Republicans have made their choices clear: end Medicare as we know it, adding costs to seniors today and ending the Medicare guarantee tomorrow; slash investments for economic competitiveness; and give millionaires an average of $400,000 in tax breaks. The Republican budget eliminates protections for millions of our sickest, frailest seniors who depend on nursing home and home health services. And the Republican budget will increase taxes for average middle class families by $3,000. Their choices will cost 2 million jobs next year alone and decrease economic growth by 1.7 percent.
In contrast, the Democratic alternative preserves the Medicare guarantee; makes key investments in education, innovation, and infrastructure necessary for job creation and economic growth; and protects the middle class from large tax increases. The Democratic alternative reduces the deficit in a fiscally responsible and balanced way, without causing harm today and without threatening our economic competitiveness for the future. It reduces the deficit while meeting our commitments to our seniors, our frailest elderly, and our children.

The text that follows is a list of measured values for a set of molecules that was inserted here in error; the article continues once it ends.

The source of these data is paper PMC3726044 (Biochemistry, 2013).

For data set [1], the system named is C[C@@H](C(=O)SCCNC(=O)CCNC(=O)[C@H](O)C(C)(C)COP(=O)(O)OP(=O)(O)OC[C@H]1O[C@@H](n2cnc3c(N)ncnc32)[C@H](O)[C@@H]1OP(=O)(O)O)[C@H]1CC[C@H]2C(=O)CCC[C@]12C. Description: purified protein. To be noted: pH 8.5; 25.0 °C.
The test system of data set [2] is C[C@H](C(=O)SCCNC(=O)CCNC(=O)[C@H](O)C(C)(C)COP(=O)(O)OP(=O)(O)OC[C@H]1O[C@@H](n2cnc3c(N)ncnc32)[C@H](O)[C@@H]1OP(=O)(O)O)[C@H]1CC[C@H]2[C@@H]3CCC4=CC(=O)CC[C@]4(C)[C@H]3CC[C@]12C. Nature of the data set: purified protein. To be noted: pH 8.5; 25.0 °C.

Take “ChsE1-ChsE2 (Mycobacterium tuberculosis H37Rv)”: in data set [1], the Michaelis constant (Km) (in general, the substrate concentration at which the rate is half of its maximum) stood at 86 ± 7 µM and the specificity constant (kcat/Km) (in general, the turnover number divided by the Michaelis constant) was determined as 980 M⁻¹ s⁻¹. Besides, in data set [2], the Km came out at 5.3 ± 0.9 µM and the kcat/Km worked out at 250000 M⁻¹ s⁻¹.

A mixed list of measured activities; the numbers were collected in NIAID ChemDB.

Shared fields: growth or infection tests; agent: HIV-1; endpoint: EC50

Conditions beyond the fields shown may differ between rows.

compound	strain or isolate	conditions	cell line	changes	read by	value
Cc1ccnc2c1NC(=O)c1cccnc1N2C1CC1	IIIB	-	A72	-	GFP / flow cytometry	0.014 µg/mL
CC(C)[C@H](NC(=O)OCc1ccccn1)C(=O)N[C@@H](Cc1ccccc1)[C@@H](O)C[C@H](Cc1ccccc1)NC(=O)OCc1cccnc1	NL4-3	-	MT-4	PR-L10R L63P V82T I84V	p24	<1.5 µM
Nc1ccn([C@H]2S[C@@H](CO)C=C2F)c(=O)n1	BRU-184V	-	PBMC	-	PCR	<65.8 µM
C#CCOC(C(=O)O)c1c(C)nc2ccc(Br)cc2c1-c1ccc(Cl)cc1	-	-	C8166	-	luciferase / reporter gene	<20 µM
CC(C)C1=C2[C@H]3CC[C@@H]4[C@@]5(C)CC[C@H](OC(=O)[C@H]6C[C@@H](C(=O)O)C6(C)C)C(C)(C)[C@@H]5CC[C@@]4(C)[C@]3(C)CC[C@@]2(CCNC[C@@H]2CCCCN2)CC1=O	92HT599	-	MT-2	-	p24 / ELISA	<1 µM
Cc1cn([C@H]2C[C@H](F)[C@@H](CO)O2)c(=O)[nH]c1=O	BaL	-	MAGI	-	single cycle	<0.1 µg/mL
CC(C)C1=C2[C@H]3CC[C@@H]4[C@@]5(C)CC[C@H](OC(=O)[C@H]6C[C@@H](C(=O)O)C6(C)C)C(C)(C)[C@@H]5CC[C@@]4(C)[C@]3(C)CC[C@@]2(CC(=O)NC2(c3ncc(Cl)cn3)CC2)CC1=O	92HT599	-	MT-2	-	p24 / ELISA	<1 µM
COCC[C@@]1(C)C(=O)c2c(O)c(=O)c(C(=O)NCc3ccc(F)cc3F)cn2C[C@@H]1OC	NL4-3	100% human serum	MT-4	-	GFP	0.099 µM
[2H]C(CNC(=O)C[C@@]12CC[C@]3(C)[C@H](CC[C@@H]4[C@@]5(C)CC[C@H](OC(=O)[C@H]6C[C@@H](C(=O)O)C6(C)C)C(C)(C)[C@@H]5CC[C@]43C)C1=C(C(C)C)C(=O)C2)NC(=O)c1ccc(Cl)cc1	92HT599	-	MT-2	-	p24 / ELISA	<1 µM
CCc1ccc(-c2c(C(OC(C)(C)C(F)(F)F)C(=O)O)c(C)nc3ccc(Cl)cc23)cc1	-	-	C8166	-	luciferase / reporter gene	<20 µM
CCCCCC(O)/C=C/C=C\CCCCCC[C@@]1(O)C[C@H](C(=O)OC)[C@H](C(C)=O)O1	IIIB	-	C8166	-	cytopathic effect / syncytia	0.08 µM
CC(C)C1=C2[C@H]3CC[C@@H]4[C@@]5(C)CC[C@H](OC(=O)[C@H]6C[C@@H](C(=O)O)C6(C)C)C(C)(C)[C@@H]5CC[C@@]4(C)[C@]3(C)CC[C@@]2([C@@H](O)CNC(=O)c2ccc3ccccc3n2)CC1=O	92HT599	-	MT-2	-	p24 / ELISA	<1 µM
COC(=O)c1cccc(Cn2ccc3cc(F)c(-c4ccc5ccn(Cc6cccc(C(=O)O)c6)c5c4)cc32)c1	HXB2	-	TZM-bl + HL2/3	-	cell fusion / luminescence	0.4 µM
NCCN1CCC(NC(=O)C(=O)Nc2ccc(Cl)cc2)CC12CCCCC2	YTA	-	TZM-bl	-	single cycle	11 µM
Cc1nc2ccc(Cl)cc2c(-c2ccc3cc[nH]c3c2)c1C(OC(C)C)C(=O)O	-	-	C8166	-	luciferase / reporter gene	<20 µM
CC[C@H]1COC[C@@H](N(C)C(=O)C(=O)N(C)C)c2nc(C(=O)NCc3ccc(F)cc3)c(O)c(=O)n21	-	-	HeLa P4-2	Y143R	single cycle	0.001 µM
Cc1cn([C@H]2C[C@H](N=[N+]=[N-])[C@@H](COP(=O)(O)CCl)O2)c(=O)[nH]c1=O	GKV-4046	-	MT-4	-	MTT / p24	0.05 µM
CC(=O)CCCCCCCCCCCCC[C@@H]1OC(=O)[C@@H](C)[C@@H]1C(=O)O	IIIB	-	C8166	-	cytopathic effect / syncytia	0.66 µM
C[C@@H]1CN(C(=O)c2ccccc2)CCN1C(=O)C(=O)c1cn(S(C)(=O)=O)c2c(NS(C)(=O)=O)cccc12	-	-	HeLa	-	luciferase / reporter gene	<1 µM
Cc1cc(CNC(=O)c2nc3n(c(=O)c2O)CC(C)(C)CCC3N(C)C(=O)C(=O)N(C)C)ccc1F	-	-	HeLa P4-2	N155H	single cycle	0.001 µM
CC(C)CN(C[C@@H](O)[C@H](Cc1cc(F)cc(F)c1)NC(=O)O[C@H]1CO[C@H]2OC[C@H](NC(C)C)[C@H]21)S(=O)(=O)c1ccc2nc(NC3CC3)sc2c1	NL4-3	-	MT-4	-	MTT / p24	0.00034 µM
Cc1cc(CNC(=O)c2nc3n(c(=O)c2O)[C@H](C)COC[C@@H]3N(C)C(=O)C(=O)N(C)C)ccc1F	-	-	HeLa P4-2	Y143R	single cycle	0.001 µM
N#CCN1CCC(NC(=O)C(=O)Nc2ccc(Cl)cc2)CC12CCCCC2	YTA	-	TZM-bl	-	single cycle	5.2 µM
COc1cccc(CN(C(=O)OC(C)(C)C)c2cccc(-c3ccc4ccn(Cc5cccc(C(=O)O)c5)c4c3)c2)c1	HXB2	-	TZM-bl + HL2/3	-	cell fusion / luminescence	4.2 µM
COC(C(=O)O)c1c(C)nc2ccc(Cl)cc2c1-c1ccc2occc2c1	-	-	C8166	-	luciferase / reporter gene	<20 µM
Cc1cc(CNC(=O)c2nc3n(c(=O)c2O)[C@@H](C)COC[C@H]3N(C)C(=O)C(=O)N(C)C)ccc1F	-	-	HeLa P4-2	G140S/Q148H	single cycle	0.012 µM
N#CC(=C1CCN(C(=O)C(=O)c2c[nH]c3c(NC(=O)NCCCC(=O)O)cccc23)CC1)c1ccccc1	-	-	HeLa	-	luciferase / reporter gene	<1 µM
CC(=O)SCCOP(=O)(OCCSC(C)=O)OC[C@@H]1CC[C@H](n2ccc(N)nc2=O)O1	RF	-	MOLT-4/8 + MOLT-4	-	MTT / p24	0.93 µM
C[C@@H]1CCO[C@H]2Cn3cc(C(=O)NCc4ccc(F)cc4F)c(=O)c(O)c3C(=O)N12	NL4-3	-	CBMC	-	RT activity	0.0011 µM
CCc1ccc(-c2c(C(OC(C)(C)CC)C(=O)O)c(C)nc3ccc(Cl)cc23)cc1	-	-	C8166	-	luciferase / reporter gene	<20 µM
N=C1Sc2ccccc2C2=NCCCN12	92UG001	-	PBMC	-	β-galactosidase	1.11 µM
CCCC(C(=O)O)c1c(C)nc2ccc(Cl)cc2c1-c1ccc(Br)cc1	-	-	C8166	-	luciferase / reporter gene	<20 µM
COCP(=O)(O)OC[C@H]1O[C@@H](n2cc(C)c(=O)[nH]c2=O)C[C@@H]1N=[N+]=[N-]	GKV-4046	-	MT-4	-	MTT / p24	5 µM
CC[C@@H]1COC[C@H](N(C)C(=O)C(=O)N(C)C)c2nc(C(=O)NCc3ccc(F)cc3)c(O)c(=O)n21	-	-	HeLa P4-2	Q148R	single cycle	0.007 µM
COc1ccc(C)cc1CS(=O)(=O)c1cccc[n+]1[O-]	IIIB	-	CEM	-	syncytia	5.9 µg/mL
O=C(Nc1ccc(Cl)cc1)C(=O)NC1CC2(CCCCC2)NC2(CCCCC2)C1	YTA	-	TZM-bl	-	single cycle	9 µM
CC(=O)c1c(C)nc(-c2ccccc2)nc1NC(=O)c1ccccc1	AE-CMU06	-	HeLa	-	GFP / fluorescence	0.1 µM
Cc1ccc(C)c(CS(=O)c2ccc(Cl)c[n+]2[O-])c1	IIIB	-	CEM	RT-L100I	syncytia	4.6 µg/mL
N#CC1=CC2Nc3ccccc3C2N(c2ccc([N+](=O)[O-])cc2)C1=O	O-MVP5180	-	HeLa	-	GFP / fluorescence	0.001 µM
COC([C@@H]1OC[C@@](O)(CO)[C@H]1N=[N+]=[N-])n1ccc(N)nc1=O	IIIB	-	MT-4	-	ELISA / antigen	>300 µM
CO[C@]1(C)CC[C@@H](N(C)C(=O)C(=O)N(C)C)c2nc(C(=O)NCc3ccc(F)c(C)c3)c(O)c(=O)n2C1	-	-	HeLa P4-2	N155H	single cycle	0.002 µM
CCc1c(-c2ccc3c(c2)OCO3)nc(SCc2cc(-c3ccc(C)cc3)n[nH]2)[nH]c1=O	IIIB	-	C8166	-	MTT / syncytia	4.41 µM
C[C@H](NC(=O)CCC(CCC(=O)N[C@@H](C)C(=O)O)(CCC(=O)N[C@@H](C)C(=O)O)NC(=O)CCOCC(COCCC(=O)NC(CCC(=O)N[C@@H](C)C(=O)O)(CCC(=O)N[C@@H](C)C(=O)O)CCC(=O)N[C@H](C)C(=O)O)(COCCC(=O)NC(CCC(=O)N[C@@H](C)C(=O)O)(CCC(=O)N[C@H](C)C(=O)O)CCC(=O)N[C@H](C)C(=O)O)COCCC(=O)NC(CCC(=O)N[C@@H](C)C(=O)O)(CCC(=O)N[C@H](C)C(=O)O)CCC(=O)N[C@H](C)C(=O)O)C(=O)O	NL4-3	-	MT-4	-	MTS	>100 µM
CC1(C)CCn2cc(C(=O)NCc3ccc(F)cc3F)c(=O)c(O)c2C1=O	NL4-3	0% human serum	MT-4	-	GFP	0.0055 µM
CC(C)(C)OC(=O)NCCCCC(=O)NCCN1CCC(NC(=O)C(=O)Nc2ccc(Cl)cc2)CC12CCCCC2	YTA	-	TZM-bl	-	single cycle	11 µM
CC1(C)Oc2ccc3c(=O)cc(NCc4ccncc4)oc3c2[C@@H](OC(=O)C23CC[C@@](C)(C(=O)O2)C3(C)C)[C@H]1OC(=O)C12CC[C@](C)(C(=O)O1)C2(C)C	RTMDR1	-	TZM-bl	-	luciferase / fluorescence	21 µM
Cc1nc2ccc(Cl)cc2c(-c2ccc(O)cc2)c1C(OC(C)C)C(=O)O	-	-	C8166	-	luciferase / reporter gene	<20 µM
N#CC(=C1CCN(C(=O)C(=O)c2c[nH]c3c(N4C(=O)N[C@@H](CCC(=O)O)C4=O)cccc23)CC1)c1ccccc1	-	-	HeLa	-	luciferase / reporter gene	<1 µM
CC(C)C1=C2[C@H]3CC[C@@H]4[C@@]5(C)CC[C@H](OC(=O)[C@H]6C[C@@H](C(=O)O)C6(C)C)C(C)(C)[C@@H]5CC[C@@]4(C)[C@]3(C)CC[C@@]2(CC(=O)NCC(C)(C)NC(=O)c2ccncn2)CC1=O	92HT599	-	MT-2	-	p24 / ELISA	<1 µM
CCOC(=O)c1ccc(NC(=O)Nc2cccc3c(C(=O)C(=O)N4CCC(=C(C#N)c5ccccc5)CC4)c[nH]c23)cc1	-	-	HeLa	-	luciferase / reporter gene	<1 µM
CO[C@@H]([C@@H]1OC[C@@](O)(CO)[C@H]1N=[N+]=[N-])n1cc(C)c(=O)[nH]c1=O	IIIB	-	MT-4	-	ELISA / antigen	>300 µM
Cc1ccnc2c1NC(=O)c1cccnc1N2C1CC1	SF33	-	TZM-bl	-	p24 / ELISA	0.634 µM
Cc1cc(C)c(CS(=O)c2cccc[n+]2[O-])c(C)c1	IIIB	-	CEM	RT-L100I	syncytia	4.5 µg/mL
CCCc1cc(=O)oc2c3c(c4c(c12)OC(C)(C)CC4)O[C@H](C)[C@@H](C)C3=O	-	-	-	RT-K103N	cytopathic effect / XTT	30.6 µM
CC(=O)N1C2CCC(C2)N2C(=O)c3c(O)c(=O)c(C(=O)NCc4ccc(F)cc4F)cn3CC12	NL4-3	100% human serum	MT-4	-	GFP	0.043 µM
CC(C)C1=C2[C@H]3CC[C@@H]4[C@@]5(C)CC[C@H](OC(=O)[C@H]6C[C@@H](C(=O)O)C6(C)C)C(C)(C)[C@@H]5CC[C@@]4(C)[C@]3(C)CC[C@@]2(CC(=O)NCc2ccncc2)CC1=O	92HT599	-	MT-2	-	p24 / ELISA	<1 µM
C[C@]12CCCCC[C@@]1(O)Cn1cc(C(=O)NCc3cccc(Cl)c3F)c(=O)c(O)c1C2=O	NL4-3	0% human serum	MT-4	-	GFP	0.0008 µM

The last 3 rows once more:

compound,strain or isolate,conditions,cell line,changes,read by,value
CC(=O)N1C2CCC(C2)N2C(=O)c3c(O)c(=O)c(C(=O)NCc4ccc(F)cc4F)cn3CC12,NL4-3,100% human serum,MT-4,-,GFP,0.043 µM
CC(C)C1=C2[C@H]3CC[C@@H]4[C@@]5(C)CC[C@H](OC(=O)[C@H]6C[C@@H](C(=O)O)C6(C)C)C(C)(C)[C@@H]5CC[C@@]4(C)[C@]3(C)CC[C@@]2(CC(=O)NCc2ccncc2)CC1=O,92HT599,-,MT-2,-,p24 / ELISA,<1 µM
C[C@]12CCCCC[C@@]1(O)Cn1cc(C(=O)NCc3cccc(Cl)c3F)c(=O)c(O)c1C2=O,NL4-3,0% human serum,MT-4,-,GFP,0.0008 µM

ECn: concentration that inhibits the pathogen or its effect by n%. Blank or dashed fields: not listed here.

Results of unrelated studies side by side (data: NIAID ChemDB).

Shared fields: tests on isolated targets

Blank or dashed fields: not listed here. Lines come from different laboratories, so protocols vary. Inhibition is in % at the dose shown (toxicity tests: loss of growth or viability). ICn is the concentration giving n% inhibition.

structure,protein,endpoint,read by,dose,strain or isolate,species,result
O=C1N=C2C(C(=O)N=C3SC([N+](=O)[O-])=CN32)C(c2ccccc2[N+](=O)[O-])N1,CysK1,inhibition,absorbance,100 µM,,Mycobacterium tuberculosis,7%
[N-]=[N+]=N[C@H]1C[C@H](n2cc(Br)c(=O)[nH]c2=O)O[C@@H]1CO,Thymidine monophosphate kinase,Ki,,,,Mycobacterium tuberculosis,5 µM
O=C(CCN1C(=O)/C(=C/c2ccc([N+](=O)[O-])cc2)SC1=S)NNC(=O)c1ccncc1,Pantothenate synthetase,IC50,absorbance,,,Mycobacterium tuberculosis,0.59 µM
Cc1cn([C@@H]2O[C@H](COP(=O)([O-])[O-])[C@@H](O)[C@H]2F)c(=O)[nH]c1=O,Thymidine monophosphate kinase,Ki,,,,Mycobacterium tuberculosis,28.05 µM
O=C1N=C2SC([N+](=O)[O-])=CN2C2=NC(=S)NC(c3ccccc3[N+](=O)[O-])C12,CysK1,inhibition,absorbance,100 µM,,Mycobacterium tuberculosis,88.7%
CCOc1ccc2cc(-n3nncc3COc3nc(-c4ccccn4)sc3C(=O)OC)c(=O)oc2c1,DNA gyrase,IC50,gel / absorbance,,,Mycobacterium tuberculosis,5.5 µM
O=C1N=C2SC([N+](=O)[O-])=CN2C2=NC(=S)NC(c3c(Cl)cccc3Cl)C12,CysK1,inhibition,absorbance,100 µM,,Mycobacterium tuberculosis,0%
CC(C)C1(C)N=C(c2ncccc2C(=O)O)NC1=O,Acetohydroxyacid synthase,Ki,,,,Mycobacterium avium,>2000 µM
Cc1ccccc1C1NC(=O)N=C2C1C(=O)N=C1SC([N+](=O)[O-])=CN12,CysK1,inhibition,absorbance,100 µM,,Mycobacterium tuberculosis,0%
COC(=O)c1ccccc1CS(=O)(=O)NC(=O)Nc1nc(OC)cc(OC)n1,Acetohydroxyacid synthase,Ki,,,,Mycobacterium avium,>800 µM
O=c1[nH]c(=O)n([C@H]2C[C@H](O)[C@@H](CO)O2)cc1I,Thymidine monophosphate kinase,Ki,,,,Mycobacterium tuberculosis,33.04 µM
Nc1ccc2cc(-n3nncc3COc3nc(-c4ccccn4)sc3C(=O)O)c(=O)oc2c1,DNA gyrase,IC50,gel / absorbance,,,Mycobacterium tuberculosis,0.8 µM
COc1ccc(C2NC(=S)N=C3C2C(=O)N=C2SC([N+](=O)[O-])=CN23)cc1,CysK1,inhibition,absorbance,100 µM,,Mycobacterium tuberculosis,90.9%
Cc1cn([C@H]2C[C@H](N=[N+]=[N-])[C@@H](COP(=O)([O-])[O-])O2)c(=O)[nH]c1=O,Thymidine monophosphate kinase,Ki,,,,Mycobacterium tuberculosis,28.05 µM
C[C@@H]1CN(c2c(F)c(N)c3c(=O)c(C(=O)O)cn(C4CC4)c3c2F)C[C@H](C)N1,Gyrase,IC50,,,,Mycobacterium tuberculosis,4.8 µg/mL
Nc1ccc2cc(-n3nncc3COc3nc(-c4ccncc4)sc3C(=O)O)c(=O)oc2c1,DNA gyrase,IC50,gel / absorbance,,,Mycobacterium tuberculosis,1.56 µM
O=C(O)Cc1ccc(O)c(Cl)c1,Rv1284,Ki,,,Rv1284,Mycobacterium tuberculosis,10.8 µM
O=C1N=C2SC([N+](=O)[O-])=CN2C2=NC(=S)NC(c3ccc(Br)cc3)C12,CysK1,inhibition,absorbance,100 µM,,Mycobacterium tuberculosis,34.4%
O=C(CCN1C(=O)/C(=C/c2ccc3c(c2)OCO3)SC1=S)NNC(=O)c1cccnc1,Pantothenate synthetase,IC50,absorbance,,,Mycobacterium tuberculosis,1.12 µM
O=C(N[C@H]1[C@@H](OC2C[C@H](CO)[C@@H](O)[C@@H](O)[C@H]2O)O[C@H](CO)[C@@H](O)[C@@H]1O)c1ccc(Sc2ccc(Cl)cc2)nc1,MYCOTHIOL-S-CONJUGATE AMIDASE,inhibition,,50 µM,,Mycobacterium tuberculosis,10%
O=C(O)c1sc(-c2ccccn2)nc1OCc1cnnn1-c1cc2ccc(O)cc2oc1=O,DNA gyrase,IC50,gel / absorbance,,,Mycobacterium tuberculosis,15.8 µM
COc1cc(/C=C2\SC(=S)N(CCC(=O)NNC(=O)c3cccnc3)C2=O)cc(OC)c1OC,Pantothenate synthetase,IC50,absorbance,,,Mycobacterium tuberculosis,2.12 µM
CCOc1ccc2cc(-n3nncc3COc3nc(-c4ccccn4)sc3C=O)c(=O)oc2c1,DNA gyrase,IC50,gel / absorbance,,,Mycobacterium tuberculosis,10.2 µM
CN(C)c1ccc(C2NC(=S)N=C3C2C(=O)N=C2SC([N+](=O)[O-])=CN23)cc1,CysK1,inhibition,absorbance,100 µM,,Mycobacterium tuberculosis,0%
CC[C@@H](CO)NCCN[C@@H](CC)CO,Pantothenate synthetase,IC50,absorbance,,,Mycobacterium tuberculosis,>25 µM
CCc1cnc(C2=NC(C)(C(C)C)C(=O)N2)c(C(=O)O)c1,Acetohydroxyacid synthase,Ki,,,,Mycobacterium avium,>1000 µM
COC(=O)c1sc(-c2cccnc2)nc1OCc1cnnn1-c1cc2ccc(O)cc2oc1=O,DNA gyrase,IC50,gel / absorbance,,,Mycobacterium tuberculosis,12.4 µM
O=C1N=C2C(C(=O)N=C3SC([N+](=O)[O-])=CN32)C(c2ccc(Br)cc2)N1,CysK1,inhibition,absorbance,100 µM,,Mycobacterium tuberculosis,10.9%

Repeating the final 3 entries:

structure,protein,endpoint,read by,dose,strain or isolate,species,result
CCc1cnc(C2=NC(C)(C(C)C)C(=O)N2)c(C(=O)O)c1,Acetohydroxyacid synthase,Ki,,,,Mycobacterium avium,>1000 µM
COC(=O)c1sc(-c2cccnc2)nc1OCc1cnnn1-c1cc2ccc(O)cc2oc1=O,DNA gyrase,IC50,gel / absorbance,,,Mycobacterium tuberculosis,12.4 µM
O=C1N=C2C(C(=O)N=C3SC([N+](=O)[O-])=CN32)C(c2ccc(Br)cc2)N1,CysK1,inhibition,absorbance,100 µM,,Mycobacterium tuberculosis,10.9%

I urge my colleagues to reject the Republican budget that threatens our seniors, our middle class, and our economic growth, and to vote for the Democratic alternative that builds on our great strengths as a Nation--an innovative, entrepreneurial business sector with a skilled, hardworking middle class. Vote for the Democratic alternative that builds on hope, opportunity, and security for all Americans.